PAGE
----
Have you heard of liquid mountaineering or hydro sprinting? If you haven’t, you missed a classic online hoax/marketing gimmick of 2010. It was an awesome online campaign created for Hi-tec Adventure Footwear by an Amsterdam based agency called CCCP. It’s definitely one of the most popular campaigns of the previous year.
Earlier, in November 2009, CCCP had launched a simple blogspot blog run by a Mr. Eingestellt von Ulf. In 2010, blog activity increased, in February the blog had images of Ulf and his buddies (presumably) trying their new hobby, running on water. In April, a blog post titled Small Step For Man said they’d achieved the unthinkable. Around the same time (April 2010), a YouTube video was posted by a 38 year old guy from Portugal named TheUlfG. It was a run-of-the-mill HD documentary type, how-to video with some outdoorsy guys by a lakeside in Portugal. The video told viewers about a new adventure sport, a fad that was taking off quite nicely. It explained the concept of liquid mountaineering or to put it simply, it taught viewers how to run on water.
Not walk on water, run on it.
According to these guys, if you use the right speed, angle and distributed your weight correctly, it is possible to run a few steps on water, before splashing into it. Much like a stone skipping on water before finally sinking in it. Of course, you’d need the right kind of hydrophobic shoes to do the trick and Hi-tec was absolutely the right type of shoe! As the video progresses, you know it’s a prank, but the guys explain the science so earnestly, you almost want to believe someone’s found a way to run on water! Then seven more videos were uploaded, of guys running into half frozen lakes in diving suits! Everyone who saw these, had to think twice about the sport. Could it be? Was it a joke? Was it really a sport? It must be a hoax! No wait, it’s real and it means only one thing. Gasp, shock, wow, Jesus Lives! And so the buzz went on. And on.
As the video gained more hits (presently 9,360,584), www.liquidmountaineering.org went up and netizens began actively debating the veracity of the video. The number of Google searches for the term liquid mountaineering shot up around May/June 2010. Traffic to the liquidmountaineering.org website shot up as well.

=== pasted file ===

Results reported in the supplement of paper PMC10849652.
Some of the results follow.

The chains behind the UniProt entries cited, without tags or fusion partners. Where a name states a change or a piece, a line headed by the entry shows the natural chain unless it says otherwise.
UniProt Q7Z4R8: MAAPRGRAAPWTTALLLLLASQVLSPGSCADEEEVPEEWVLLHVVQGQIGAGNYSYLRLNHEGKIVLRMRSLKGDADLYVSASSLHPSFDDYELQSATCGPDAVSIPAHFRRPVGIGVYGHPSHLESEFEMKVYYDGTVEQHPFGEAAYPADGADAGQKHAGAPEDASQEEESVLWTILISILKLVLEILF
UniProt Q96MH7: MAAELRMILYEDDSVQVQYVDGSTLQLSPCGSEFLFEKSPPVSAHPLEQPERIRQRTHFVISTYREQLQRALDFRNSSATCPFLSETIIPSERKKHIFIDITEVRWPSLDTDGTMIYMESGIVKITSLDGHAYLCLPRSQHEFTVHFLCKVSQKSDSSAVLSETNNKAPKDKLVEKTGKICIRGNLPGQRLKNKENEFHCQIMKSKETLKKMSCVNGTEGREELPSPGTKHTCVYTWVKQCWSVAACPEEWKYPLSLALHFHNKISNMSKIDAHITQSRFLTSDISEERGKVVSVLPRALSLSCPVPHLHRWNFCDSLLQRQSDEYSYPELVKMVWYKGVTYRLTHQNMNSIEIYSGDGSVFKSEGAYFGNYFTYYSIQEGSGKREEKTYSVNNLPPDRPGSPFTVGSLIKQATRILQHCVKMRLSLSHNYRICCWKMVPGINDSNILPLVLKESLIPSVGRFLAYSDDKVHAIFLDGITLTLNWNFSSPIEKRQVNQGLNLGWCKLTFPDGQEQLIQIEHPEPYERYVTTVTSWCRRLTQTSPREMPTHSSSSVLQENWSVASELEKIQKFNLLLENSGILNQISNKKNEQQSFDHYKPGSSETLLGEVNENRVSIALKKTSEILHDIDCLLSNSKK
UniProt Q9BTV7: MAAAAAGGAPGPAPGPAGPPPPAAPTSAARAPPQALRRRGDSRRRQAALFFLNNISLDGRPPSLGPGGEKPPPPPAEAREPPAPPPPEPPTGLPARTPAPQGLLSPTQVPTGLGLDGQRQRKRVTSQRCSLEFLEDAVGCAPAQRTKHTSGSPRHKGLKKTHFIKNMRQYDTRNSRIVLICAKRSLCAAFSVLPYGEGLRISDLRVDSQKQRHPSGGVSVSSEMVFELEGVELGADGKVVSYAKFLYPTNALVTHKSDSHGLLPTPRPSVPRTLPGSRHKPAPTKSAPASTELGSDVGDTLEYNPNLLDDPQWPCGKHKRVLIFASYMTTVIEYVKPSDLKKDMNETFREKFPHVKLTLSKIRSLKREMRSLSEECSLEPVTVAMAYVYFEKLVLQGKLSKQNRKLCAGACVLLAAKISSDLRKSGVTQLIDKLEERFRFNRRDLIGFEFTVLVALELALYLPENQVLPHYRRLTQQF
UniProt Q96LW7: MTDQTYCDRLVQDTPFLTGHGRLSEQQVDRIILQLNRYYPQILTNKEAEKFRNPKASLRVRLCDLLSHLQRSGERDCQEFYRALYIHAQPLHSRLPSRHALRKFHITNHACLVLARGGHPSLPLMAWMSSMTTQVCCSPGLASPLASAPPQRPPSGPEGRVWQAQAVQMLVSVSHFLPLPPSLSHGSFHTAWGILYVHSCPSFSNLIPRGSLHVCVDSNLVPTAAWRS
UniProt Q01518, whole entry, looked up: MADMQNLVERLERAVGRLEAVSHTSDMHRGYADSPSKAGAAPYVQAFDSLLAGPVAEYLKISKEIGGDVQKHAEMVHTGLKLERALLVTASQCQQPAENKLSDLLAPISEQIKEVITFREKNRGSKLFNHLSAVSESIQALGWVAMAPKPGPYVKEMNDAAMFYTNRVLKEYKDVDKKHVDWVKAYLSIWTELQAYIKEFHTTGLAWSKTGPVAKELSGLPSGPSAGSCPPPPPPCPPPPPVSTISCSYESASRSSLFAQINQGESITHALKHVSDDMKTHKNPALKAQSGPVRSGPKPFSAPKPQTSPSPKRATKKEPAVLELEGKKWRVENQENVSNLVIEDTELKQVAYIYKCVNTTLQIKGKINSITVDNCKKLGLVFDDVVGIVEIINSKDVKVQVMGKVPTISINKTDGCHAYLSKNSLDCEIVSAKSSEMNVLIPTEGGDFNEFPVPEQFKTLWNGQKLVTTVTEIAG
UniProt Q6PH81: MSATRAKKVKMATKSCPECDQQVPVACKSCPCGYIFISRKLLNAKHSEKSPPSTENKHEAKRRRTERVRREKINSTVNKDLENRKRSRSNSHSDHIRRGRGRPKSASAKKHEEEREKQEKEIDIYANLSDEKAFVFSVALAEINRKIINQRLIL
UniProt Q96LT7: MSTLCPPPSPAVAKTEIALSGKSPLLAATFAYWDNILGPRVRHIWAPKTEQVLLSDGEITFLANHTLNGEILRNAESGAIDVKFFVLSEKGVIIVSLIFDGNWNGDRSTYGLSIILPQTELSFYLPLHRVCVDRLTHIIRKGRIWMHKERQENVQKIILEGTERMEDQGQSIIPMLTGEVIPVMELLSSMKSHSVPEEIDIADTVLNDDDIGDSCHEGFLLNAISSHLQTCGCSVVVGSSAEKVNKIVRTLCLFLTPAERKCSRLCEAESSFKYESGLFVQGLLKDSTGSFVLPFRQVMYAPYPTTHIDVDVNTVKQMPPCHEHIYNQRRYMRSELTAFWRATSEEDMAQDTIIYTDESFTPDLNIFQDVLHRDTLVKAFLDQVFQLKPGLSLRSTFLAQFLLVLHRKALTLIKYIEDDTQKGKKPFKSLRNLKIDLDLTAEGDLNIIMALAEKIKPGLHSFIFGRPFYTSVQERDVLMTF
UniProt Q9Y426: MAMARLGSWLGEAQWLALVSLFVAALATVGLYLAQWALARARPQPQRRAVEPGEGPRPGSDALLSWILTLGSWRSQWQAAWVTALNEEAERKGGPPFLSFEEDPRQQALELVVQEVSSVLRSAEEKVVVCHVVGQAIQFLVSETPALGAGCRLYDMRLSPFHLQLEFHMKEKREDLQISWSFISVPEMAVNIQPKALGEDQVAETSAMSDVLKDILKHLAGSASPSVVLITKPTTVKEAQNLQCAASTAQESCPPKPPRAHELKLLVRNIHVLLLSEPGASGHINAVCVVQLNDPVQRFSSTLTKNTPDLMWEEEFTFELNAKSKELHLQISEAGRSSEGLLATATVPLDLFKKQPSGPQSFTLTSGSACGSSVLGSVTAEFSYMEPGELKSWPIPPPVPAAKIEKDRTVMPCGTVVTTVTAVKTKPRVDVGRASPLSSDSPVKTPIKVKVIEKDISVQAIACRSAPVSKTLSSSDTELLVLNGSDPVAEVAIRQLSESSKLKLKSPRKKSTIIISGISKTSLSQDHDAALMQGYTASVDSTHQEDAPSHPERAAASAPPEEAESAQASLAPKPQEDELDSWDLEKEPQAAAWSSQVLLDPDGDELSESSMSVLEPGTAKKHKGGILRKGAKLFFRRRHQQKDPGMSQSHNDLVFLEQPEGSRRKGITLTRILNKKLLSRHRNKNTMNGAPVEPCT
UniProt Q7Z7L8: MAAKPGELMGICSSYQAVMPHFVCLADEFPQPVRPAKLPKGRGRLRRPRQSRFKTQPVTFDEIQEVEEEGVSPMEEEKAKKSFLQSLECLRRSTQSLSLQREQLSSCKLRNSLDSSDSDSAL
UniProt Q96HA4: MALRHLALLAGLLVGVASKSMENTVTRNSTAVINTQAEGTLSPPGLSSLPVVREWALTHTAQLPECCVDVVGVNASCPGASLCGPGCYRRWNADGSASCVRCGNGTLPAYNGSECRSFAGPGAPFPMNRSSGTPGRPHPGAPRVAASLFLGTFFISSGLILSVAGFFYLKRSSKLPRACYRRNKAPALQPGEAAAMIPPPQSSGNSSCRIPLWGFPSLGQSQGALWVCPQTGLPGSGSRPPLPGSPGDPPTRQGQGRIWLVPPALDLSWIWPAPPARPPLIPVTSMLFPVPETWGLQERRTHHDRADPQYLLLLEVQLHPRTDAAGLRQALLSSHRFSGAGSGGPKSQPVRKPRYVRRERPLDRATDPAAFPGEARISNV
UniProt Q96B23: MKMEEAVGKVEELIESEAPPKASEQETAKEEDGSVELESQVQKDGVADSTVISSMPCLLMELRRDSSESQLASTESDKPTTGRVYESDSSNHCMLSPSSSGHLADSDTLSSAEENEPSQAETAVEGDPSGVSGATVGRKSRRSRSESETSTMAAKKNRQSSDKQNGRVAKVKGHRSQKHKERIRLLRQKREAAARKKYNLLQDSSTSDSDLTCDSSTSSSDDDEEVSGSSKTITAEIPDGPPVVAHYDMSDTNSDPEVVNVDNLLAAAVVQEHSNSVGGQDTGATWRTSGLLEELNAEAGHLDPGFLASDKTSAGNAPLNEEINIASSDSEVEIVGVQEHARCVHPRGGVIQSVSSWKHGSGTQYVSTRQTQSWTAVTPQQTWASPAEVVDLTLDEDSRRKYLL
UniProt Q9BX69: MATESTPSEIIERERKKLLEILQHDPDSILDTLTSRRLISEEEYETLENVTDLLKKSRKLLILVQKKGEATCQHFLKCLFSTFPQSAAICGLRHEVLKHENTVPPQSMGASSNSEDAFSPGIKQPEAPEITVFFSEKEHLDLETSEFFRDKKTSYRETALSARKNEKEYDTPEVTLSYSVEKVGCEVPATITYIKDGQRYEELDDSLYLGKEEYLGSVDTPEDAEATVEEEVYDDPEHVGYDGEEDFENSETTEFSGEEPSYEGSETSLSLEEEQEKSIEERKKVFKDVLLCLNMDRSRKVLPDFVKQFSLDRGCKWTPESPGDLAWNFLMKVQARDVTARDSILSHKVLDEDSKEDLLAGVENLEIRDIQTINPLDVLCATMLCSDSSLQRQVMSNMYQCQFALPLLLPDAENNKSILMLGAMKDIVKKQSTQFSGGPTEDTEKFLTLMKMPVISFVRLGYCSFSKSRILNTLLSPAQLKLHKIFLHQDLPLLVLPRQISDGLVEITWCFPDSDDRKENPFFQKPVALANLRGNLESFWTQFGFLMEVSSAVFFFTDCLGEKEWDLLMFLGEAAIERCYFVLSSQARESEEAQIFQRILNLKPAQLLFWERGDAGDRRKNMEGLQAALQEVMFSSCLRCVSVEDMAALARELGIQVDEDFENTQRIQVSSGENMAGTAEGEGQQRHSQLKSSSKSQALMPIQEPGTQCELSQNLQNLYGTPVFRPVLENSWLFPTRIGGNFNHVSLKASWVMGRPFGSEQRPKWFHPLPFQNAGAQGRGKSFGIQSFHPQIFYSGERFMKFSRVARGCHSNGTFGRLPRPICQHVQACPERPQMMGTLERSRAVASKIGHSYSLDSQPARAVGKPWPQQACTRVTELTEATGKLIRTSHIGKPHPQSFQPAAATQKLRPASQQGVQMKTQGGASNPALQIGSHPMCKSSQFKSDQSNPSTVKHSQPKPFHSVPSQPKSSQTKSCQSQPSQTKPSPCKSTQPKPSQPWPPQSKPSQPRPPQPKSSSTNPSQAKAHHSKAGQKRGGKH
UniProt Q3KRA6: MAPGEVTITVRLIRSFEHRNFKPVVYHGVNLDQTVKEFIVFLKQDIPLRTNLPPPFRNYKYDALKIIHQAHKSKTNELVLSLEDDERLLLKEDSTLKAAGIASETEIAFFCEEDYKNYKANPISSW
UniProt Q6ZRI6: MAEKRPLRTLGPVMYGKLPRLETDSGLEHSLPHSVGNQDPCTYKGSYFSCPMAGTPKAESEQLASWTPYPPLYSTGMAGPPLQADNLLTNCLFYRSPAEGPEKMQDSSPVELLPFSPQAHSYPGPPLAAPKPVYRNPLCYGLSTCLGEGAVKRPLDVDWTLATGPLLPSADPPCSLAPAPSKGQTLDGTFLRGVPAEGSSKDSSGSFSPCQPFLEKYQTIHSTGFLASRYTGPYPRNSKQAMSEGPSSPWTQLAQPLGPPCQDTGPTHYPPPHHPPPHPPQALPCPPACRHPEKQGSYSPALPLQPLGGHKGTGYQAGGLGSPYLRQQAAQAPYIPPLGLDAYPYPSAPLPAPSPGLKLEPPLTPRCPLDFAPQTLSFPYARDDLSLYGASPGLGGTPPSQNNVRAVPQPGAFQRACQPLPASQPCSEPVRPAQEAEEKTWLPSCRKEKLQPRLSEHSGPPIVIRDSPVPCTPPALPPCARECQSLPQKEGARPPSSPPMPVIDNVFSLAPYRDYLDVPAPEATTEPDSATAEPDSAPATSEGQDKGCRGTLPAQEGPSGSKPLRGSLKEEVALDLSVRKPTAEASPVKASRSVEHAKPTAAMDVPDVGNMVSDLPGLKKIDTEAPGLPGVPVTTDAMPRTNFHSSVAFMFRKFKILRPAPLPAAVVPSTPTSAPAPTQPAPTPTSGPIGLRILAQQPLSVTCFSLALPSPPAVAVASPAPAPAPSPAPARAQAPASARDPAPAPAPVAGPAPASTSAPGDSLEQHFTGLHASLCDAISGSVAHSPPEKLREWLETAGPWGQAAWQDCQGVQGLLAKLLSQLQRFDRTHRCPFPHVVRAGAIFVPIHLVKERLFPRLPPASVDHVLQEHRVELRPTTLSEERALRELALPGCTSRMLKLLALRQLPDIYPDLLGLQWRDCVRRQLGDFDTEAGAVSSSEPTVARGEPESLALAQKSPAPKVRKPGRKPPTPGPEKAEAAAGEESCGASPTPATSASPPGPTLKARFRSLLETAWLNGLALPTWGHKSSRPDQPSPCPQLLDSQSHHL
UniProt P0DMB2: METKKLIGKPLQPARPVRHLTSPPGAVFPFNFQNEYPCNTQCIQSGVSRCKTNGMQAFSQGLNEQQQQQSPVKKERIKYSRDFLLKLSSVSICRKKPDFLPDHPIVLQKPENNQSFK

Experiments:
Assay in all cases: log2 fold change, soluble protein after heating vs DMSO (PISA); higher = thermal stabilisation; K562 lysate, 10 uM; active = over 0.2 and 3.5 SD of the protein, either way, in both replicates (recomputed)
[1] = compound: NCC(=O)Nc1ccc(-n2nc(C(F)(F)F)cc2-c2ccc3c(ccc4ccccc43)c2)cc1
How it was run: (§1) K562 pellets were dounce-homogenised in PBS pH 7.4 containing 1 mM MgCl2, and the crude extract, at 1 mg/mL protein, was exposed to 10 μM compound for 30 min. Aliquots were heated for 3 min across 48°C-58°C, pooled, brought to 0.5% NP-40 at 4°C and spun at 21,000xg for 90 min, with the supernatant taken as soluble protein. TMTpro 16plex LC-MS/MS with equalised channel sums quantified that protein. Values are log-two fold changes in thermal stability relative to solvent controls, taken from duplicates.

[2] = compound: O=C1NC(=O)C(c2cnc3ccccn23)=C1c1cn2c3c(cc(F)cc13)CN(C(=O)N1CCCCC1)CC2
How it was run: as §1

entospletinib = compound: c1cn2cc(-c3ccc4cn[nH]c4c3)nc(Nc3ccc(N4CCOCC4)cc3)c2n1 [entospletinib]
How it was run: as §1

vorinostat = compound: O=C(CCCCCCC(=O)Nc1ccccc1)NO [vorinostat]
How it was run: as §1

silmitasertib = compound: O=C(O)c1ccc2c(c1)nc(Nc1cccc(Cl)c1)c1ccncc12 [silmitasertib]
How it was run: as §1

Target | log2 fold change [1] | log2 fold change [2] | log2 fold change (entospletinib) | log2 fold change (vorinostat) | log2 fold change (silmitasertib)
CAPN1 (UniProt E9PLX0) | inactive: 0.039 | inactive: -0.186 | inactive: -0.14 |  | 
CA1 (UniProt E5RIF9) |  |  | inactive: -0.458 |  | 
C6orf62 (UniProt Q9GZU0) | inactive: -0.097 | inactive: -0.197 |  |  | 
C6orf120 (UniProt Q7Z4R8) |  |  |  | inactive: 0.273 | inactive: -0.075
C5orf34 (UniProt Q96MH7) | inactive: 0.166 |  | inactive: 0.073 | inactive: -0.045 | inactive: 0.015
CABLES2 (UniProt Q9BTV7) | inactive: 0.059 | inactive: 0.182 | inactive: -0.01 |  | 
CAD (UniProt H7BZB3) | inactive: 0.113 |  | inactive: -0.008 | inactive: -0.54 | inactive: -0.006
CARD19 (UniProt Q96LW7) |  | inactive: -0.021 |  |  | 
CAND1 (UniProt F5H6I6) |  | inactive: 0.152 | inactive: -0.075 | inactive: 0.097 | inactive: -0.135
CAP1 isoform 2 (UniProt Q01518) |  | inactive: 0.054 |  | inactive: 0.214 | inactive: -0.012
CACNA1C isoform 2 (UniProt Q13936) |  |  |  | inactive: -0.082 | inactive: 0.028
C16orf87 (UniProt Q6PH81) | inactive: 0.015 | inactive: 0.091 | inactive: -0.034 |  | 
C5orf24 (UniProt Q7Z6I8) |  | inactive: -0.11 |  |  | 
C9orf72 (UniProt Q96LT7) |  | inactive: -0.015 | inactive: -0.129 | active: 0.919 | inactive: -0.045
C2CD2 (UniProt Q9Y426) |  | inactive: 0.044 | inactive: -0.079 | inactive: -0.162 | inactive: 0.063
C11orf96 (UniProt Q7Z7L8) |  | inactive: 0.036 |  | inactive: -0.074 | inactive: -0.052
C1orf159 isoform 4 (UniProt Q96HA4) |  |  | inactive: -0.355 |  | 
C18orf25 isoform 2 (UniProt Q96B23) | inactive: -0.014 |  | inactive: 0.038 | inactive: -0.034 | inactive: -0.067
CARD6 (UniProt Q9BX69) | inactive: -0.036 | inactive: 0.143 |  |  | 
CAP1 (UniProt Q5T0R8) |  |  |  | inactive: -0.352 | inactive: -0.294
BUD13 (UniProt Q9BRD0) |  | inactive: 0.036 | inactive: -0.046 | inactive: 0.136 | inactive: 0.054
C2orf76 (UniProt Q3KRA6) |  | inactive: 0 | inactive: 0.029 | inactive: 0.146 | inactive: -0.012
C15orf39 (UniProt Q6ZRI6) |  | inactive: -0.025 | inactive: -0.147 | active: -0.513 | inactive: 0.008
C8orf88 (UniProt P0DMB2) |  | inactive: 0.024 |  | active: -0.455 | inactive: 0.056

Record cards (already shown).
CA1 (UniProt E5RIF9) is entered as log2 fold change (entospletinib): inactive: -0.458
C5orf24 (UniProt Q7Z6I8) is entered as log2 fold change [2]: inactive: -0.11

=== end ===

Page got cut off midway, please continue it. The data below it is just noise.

By April 2010, folks were blogging about it, debating if it was possible, trying to make their own ‘running on water videos’ (shoes optional) and that’s when the guys at Discovery’s mythbusters busted the sport. But by then, multiple Facebook pages had cropped up, the official one had over 5300 fans! Tweets, shares and Diggs ensured that thousands more saw the video and finally in June, when enough people were talking about it, the parent company announced the video was a part of a promotional campaign.
Here’s what Simon Bonham, Hi-Tec Group Head of Marketing had to say about the campaign;
“We wanted to create a piece of entertainment around our hydrophobic footwear and get people talking and thinking about the brand differently.” He added, “The idea was to take a traditional form of marketing and totally turn it around on its head, in the process capturing the fun spirited side of our brand. The reaction to the viral has surpassed all expectations; with people all over the world debating whether this could indeed be possible or not and even trying to do their own Liquid Mountaineering. We’ve even seen a number of entertaining attempts appear on YouTube and other places on the Web”
- Simon Bonham, Hi-Tec Group Head of Marketing
Remember, Liquid Mountaineering is a non-existent sport and a brand new term was coined up explicitly for the campaign. Both the sport and the term have become a BIG success and even after the campaign ended, even after the makers admitted it as a hoax, new youtube videos on hydro sprinting, still go up, every few weeks!
Here’s what the geniuses at CCCP had to say about the campaign;
“Make us cool”. A simple brief and yet a difficult challenge. Competing with mega brands like Adidas and Nike with a fraction of their budget, we decided to invest in a clever idea instead of media.
We started with an idea that people want to believe in. Hi-Tec’s hydrophobic shoes are so water repellent; they allow you to walk on water. This simple idea resulted in a viral film, which mesmerized over 7 million viewers across the globe and became one of 2010’s most successful viral campaigns worldwide. Through clever use of teaser films and social media, we convinced millions of people that Liquid Mountaineering was actually a new sport. Soon after the film hit the web, it triggered a lively discussion amongst viewers and lots of daredevil “me-too’s” started uploading their own films, mostly poor attempts. Without spending any money on media, the film got picked up by tv stations globally, including ESPN, FOX and RTL Germany and was dubbed “One of the cleverest hoaxes on the internet this year”, by the Sunday Times.
- From the CCCP website
Check out the making of the videos here.
And next time your employer wants you to push a concept online, think out of the box, think out of the world, think Liquid Mountaineering and do something different!